US troops' retreat from N Syria 'has begun': Erdogan
This comes as Turkey plans operation east of Euphrates River in northern Syria
The U.S. troops' retreat from Syria's north "has begun", said Turkish President Recep Tayyip Erdogan on Monday.
"After our conversation yesterday [Sunday] evening, as Mr. President [Donald Trump] stated, the retreat has begun," Erdogan told reporters at Ankara's Esenboga International Airport before his departure for a two-day visit to Serbia.
“We will most probably visit Washington in the first half of next month,” said Erdogan.
Bilateral relations and regional developments will be discussed during the meeting, Erdogan added.
Turkish President Erdogan on Sunday agreed to meet his U.S. counterpart in Washington this November.
In a telephone conversation, Erdogan and Trump exchanged views on bilateral issues as well as the planned safe zone east of the Euphrates River in northern Syria, according to a statement from Turkey's Directorate of Communications on Sunday.
“We cannot accept threats of terrorist organizations against our country any more,” Erdogan added.
The U.S. on Sunday ruled out any assistance or involvement in Turkey's planned operation east of the Euphrates River in northern Syria.
In a statement, the White House said Turkey will soon carry out its "long-planned operation" into northern Syria.
"The United States Armed Forces will not support or be involved in the operation, and United States forces, having defeated the ISIS [Daesh] territorial ‘Caliphate,’ will no longer be in the immediate area," said the statement, using an alternate name for the terror group Daesh.
Underlining that the issue of the F-35s had been drawn out, Erdogan said: "I hope that in our meeting with Trump we will make a decision about this issue."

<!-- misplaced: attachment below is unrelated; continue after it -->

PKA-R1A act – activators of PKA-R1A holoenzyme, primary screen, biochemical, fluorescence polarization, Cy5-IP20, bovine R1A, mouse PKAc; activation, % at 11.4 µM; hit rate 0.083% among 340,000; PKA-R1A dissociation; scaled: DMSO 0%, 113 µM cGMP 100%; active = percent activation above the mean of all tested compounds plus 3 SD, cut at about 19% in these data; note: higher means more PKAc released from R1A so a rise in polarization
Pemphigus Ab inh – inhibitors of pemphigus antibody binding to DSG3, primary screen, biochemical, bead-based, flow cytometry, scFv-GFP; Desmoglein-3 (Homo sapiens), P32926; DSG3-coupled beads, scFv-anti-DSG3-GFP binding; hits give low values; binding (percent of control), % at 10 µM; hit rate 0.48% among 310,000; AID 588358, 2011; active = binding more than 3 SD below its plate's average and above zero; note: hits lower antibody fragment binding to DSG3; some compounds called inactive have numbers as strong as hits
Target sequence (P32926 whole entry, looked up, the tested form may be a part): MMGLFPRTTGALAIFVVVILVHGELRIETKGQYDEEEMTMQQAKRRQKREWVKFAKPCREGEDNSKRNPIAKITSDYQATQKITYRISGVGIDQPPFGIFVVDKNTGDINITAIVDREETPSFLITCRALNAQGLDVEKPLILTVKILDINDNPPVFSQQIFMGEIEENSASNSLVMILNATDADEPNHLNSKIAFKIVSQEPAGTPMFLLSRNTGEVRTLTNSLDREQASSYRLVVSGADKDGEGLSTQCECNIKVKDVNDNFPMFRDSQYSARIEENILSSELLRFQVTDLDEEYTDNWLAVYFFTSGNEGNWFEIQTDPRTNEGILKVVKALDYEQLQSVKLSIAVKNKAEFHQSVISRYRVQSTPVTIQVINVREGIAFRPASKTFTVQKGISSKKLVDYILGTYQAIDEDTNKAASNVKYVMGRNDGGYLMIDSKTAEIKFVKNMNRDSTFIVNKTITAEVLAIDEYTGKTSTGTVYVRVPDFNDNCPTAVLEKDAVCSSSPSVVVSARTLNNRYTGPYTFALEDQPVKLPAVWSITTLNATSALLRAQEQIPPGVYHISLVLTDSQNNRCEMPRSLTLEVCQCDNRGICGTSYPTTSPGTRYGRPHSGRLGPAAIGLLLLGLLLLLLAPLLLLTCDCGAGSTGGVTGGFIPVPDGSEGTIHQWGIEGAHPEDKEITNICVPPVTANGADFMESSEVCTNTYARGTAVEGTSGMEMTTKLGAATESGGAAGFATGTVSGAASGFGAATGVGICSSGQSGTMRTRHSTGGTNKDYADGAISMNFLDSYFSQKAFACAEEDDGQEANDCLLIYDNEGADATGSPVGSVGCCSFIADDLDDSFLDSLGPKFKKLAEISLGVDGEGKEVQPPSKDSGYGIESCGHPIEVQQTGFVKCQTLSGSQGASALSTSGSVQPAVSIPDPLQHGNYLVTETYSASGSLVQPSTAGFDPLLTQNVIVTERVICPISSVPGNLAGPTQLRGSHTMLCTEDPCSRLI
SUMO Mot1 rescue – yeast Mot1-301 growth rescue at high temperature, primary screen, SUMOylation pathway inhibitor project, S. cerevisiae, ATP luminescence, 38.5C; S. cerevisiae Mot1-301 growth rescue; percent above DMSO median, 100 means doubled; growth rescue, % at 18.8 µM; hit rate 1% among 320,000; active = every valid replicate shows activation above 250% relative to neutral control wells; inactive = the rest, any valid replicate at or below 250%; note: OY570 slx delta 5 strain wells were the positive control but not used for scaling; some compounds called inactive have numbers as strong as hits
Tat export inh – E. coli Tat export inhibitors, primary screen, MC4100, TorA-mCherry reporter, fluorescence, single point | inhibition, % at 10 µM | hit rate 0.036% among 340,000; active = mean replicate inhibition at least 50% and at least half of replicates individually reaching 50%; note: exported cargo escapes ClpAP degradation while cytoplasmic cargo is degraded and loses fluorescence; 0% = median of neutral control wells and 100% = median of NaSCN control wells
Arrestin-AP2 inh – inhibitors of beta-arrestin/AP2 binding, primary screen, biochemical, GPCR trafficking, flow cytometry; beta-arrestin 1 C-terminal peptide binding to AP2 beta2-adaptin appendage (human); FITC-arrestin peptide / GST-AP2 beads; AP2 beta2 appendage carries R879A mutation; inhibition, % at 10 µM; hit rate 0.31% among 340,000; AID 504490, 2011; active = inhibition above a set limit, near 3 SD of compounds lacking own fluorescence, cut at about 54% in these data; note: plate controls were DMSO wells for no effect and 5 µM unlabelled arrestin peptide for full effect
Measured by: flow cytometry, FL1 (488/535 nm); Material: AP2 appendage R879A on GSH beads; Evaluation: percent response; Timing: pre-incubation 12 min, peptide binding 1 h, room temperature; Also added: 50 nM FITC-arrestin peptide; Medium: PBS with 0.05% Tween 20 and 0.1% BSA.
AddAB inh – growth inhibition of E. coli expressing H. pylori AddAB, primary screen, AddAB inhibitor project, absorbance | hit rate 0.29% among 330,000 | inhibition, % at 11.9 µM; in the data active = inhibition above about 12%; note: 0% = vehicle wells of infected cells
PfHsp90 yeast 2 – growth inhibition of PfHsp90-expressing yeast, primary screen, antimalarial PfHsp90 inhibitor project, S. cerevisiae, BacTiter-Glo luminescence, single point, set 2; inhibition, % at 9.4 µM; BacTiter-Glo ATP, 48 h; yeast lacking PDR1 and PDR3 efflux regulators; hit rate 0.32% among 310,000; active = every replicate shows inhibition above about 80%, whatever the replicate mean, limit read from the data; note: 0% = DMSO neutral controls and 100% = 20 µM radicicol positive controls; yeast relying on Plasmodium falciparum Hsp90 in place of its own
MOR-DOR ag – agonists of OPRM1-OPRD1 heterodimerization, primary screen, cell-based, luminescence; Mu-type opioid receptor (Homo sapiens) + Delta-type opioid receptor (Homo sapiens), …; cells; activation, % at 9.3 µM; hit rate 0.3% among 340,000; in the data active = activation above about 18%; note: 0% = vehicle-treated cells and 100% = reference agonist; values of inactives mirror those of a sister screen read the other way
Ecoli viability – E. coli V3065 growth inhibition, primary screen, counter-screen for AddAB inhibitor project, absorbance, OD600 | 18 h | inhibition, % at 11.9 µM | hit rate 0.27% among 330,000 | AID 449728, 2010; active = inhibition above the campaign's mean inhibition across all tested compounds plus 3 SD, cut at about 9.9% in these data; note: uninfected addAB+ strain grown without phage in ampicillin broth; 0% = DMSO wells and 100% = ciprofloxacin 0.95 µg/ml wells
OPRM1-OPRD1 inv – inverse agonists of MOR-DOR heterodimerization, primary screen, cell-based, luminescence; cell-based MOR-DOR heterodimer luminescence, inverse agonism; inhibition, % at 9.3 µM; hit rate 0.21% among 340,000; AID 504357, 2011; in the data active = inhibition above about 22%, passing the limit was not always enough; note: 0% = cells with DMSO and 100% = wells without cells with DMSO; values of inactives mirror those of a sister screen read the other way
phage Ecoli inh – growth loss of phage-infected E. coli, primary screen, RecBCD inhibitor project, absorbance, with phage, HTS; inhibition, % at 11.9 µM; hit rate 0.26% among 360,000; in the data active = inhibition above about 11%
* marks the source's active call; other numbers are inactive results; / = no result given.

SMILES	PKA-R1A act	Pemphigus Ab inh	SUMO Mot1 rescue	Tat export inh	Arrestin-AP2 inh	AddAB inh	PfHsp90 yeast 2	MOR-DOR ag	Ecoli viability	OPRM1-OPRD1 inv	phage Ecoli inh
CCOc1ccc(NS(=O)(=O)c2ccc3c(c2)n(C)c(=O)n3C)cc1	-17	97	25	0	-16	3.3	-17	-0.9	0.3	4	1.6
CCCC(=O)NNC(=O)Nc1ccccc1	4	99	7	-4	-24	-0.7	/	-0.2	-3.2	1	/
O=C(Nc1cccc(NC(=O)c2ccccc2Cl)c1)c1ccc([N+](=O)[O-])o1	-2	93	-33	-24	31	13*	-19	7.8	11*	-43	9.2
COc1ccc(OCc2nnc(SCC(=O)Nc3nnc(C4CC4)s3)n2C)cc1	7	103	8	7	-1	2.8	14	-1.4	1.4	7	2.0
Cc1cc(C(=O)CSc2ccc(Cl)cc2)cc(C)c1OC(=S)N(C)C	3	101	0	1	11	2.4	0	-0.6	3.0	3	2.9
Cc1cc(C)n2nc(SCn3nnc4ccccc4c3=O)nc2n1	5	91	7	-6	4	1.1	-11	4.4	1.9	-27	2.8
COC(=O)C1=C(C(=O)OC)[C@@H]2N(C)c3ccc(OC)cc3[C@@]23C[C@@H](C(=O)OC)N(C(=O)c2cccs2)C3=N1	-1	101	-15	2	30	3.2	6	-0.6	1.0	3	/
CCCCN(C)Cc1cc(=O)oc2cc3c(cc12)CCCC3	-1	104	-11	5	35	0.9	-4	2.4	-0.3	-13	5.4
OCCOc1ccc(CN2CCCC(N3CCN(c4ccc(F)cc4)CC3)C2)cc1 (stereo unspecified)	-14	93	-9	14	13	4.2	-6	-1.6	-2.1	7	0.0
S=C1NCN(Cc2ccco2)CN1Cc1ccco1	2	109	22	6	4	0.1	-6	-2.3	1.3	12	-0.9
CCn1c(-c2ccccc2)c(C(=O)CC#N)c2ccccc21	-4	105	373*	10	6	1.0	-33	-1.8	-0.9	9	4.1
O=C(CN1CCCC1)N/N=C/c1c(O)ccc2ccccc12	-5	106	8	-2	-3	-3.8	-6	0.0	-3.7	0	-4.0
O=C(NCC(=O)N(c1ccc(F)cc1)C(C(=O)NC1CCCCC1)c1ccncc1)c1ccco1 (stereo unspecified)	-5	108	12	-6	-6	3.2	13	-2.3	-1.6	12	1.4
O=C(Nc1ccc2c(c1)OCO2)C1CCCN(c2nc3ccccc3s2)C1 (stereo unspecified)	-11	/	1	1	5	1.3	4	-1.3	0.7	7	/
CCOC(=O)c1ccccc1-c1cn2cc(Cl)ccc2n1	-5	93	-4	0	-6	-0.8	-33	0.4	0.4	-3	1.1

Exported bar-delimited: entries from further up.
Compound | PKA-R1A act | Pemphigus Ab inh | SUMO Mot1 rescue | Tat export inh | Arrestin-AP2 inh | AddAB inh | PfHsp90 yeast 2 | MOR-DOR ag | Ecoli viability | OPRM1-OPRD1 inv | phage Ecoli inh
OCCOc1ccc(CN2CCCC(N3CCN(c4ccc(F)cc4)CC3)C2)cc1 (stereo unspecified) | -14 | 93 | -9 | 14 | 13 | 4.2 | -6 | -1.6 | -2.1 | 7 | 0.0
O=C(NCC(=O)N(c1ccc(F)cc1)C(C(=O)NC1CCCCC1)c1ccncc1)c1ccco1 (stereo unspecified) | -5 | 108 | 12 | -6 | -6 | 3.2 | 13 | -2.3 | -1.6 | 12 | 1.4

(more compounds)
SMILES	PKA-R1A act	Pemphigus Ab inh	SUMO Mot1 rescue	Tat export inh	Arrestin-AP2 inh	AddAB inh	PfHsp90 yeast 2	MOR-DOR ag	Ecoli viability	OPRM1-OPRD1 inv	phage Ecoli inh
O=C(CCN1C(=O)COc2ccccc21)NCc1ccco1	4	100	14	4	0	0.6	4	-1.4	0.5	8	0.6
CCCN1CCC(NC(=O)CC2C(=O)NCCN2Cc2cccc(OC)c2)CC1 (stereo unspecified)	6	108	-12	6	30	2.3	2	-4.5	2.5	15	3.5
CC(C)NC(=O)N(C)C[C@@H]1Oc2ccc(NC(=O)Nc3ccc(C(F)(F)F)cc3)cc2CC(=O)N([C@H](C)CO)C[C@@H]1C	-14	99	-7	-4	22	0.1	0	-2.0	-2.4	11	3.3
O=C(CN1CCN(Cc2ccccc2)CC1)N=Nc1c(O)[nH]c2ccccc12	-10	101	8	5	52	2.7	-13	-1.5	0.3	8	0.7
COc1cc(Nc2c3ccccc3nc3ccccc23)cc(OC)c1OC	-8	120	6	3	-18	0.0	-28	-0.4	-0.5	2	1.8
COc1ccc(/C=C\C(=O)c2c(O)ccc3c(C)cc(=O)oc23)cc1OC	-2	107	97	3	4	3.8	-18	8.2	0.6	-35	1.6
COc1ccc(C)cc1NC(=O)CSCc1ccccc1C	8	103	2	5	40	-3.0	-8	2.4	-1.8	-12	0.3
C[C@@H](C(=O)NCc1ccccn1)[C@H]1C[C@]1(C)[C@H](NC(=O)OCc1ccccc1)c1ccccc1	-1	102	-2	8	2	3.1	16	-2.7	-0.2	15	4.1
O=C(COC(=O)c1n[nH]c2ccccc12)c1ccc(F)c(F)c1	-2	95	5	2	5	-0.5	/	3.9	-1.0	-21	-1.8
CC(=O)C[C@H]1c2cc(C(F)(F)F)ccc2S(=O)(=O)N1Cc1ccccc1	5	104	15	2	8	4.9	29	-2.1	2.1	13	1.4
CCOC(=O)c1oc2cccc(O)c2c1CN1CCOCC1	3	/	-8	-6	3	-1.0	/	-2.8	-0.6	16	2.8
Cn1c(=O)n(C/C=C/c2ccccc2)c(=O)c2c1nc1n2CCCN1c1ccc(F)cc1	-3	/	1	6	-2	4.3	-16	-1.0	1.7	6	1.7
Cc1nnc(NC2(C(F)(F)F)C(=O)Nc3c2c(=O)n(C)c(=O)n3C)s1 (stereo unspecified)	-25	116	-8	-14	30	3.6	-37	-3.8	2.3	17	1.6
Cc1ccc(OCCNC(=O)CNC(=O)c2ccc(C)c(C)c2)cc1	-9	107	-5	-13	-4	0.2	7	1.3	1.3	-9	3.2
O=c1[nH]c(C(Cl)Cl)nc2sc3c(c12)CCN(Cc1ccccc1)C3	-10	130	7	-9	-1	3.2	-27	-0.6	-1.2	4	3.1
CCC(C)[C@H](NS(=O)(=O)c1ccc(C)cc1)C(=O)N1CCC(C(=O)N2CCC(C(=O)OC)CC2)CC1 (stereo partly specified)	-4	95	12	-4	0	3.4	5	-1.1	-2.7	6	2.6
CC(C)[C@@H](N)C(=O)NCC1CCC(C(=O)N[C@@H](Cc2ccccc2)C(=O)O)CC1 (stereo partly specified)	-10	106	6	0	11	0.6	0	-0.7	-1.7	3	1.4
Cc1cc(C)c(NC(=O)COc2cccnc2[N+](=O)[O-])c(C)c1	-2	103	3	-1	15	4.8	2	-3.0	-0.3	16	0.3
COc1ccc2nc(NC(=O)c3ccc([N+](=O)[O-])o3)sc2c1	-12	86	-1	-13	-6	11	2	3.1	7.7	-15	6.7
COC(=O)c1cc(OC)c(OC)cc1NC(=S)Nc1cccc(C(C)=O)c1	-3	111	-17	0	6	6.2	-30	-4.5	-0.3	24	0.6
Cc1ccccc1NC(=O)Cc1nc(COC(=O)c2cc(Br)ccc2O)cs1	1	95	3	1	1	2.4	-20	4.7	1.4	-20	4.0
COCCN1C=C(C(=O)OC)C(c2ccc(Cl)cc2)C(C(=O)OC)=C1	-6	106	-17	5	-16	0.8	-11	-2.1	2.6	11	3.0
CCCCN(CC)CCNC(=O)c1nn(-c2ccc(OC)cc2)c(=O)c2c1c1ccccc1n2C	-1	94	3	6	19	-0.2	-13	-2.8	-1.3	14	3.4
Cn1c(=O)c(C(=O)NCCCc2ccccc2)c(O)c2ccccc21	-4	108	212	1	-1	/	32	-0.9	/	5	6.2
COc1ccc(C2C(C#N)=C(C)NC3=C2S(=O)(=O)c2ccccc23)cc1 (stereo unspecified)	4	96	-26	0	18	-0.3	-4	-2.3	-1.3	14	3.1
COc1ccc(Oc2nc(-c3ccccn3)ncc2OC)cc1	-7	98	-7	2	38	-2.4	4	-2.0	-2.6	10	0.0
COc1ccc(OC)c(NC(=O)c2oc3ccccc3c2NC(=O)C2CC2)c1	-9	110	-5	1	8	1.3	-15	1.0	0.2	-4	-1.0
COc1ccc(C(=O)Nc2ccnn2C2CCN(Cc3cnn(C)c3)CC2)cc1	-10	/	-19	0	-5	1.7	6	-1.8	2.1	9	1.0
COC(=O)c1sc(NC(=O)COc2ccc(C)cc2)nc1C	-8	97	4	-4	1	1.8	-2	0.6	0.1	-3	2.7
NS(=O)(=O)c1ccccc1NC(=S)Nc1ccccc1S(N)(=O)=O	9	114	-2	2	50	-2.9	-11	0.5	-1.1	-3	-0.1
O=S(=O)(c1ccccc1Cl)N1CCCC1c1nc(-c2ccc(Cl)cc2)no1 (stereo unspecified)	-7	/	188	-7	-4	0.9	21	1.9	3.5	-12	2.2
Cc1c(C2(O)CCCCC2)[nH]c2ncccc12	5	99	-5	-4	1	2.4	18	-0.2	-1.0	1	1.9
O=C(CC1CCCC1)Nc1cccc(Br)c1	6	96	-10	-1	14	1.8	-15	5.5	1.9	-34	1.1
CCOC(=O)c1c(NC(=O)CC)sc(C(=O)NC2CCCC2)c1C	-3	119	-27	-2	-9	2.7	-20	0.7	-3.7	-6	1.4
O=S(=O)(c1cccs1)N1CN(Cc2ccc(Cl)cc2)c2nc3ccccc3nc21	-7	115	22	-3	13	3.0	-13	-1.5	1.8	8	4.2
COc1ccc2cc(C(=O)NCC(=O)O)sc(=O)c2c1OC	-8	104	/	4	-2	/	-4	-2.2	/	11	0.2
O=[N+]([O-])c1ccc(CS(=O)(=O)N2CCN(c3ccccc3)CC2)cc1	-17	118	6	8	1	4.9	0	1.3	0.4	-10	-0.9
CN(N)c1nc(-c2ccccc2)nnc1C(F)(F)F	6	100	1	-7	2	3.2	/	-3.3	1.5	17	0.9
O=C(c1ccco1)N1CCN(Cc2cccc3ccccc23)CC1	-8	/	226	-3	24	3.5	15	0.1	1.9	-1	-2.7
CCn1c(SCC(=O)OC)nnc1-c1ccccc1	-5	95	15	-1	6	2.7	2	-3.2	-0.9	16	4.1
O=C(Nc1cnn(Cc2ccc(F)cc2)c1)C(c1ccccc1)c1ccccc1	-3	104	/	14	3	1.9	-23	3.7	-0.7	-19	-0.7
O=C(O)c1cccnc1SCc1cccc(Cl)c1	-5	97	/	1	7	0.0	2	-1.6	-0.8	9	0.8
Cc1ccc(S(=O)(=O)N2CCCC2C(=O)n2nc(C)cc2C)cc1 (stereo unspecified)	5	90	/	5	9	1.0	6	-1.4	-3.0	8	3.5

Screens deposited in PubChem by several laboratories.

Trump has repeatedly voiced reluctance to penalize Turkey for its purchase of Russia’s S-400 missile defense system -- doing so when announcing Ankara's removal from the F-35 Joint Strike Fighter program in July.
The Trump administration has maintained that the S-400 system could expose the advanced fighter to possible Russian subterfuge and is incompatible with NATO systems.
Turkey, however, counters that the S-400 would not be integrated into NATO systems and would not pose a threat to the alliance.
Since 2016, Turkey’s Euphrates Shield and Olive Branch operations in northwestern Syria have liberated the region from YPG/PKK and Daesh terrorists, making it possible for Syrians who fled the violence to return home.
Turkey has long decried the threat from terrorists east of the Euphrates in northern Syria, pledging military action to prevent the formation of a "terrorist corridor" there.
In its more than 30-year terror campaign against Turkey, the PKK -- listed as a terrorist organization by Turkey, the U.S. and the EU -- has been responsible for the deaths of some 40,000 people, including women, children and infants. YPG is the Syrian branch of the terrorist organization PKK.